Texas Stamp


PD-0197-22, PD-0198-22, & PD-0199-22 06/22/2022

1. “Did the Court of Appeals err in finding that the evidence was sufficient to convict Delarosa of Sexual Assault?

a. Did the Court of Appeals err in finding that minority is a mental defect rendering consent invalid for the purposes of Sexual Assault?

b. Did the Court of Appeals err in finding the evidence was sufficient to find that any sexual contact between Petitioner and the victim was without her consent?”

2. “Did the Court of Appeals err in finding that the jury charge did not egregiously harm Petitioner when it instructed the jury on an offense that the Petitioner was not charged with?”


Delarosa engaged in a sexual relationship with his daughter’s friend, a child younger than seventeen. He was charged with three counts of sexual assault. The indictment did not allege the victim was a child. Instead, it alleged Delarosa acted “without the consent of the complainant.” The charge, however, did not ask the jury to find Delarosa acted without consent. It asked the jury to decide whether Delarosa committed the acts against a child younger than seventeen. There was no objection. Delarosa was convicted.

On appeal, Delarosa said the evidence was insufficient and, alternatively, that he was egregiously harmed by the erroneous charge. The court of appeals agreed that the hypothetically correct charge requires proof of lack of consent, and recognized the victim’s claim that she and Delarosa were in love. In affirming on sufficiency, it relied on Tex. Penal Code 22.011(b)(4), which says a sexual assault is without consent if “the actor knows that as a result of mental disease or defect the other person is at the time of the sexual assault incapable either of appraising the nature of the act or of resisting it[.]” Because Delarosa knew of the victim’s minority—a “defect” making consent impossible—there was a lack of consent. The court of appeals also rejected Delarosa’s related charge error claim. Despite the fact the jury was never asked to pass on consent, the court found no egregious harm because 1) his defense was a denial of sexual conduct, 2) the evidence focused on his grooming and manipulation of his daughter’s friend, and 3) the evidence conclusively proved he knew the victim was younger than seventeen.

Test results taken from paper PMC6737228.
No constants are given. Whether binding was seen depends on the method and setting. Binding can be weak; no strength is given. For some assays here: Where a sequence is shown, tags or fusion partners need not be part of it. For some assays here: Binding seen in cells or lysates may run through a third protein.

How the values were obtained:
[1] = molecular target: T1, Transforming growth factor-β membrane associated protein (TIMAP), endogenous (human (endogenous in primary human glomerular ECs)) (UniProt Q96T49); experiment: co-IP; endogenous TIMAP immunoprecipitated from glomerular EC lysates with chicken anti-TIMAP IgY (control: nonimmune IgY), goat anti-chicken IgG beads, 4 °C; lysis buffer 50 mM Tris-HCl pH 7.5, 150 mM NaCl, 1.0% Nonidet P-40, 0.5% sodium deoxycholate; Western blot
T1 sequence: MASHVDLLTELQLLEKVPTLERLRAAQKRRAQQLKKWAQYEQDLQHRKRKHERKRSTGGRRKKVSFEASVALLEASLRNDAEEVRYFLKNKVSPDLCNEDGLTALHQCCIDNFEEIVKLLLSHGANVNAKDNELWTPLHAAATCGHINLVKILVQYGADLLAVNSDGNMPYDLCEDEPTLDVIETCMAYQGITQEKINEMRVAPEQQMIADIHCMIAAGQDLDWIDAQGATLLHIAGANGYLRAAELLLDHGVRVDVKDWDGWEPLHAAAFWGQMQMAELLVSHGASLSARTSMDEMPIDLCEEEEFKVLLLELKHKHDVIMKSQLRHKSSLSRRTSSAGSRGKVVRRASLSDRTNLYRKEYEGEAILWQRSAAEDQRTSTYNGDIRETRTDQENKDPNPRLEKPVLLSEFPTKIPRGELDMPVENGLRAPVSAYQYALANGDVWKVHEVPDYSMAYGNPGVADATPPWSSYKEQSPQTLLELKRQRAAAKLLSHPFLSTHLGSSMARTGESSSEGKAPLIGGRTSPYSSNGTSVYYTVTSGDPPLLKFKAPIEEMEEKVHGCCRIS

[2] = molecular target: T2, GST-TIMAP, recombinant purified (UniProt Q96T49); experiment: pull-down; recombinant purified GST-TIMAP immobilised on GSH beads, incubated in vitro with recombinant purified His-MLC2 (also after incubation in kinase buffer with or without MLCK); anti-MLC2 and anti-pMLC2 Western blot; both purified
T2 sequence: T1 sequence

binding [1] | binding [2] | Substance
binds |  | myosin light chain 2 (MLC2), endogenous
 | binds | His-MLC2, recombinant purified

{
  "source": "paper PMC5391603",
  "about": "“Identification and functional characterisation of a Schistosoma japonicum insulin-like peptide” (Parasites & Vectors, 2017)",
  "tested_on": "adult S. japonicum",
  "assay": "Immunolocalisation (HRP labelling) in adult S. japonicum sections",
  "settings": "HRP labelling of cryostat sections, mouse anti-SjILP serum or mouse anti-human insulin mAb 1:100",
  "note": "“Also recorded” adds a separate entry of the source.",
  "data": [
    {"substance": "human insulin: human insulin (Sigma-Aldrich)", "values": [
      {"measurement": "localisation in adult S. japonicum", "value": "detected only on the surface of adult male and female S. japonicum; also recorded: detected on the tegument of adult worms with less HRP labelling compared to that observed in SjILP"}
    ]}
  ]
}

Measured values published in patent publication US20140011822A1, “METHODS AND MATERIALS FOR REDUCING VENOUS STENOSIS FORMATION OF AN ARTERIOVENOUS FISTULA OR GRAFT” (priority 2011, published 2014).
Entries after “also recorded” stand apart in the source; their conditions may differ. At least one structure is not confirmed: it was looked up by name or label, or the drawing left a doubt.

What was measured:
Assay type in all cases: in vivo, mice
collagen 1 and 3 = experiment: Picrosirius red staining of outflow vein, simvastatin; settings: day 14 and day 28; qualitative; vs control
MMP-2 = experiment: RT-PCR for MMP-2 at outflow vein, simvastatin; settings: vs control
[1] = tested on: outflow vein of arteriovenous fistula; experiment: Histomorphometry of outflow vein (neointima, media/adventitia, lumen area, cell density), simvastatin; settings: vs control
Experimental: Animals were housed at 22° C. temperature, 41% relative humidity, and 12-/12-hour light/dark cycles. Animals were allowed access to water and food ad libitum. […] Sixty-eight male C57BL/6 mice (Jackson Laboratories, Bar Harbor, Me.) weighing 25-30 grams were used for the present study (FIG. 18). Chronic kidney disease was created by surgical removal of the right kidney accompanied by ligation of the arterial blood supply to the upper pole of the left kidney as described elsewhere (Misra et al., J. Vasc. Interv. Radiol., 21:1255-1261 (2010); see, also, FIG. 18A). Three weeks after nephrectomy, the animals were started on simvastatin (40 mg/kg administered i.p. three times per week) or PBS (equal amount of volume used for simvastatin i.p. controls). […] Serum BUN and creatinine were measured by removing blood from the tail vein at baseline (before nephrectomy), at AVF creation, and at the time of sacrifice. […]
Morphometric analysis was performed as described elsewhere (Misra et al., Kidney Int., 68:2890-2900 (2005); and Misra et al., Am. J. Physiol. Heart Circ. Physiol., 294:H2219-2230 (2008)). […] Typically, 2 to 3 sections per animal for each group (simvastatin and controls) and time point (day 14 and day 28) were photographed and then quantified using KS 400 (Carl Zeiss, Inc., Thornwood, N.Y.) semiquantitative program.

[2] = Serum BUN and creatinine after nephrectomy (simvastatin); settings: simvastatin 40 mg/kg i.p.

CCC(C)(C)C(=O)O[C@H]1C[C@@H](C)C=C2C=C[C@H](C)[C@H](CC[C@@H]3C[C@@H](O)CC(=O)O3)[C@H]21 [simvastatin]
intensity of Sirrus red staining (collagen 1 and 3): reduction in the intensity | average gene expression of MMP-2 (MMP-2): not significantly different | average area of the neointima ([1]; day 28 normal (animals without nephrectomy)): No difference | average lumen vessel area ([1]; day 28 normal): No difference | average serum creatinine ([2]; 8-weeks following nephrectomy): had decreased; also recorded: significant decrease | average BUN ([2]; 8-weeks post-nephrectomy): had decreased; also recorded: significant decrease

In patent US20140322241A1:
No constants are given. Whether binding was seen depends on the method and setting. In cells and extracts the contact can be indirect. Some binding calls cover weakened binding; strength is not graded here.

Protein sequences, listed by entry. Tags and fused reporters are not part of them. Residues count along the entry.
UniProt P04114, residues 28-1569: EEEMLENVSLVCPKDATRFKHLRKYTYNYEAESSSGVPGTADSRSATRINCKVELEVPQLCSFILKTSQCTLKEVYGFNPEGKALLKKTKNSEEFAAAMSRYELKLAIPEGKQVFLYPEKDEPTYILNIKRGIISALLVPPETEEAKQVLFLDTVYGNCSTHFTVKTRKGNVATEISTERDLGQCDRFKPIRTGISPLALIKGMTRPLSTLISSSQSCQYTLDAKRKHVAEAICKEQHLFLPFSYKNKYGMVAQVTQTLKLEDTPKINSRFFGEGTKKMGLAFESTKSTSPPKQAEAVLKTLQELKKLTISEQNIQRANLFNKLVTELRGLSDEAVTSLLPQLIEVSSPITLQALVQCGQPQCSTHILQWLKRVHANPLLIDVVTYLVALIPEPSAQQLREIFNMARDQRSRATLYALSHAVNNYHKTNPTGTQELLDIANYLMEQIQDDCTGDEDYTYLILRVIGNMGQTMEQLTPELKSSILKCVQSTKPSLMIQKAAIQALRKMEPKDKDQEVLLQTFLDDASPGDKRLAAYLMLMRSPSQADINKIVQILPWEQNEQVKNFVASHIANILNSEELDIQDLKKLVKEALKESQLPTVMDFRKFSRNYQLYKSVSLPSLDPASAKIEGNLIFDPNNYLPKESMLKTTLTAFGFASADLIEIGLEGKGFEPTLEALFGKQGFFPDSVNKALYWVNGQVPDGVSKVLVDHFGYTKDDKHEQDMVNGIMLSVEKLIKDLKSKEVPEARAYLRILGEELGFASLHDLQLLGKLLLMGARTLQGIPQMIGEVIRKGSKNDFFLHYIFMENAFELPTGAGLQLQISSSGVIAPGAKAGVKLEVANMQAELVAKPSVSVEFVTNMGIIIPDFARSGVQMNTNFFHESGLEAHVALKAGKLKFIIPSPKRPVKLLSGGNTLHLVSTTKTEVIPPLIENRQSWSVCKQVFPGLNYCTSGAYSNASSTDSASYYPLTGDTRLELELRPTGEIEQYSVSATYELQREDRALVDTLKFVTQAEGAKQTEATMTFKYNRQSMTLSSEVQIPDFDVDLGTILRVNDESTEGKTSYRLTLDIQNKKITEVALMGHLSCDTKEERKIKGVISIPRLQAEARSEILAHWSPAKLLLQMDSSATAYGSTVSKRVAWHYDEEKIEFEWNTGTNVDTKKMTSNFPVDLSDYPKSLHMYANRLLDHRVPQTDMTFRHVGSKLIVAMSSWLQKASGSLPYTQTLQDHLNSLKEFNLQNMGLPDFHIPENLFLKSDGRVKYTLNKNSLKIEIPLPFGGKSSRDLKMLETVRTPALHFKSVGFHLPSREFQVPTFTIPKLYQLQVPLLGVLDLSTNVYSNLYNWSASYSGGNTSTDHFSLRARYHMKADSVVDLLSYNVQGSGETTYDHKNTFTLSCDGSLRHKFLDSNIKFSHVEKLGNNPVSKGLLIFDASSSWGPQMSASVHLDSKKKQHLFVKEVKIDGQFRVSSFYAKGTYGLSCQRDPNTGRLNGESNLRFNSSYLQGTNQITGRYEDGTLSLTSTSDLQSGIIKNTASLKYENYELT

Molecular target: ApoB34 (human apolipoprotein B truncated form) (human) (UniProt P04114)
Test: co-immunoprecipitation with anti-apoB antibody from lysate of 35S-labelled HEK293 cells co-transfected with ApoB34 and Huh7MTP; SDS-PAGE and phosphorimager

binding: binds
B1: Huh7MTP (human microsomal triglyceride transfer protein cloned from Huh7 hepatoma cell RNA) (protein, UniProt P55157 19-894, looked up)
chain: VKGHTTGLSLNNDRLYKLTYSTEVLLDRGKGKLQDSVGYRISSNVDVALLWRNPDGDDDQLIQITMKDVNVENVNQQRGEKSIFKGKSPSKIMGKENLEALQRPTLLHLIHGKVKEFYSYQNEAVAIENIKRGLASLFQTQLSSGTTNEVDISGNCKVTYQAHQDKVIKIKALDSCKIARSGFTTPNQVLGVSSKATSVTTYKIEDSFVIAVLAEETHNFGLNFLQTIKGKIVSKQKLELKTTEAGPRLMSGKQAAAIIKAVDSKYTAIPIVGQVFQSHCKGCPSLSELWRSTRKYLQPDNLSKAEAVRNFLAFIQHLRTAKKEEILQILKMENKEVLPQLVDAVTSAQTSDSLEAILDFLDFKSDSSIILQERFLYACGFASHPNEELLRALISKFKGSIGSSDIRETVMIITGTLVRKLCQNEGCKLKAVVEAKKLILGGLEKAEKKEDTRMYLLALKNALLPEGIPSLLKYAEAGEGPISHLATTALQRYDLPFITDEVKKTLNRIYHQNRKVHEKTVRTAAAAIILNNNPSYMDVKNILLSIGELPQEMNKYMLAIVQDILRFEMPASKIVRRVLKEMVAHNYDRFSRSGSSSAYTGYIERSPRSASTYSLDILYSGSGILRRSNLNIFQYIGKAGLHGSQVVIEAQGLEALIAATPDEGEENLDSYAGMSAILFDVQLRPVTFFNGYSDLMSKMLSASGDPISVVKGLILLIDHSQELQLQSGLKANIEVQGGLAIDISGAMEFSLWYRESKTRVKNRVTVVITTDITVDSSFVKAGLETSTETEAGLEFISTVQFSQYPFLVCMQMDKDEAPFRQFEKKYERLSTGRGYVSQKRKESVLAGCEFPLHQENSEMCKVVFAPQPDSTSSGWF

Delarosa attacks both holdings. First, there is no basis upon which to interpret “mental disease or defect” to include simple minority. Not only is it inconsistent with the plain language of Section 22.011(b)(4), it would render Section 22.011(a)(2)—sexual assault of a child—superfluous. Further, the evidence does not support the latter half of (b)(4)’s definition. As for charge error, Delarosa says the court of appeals ignored or misconstrued parts of the record that show he contested consent while the State focused on the victim’s age rather than consent.

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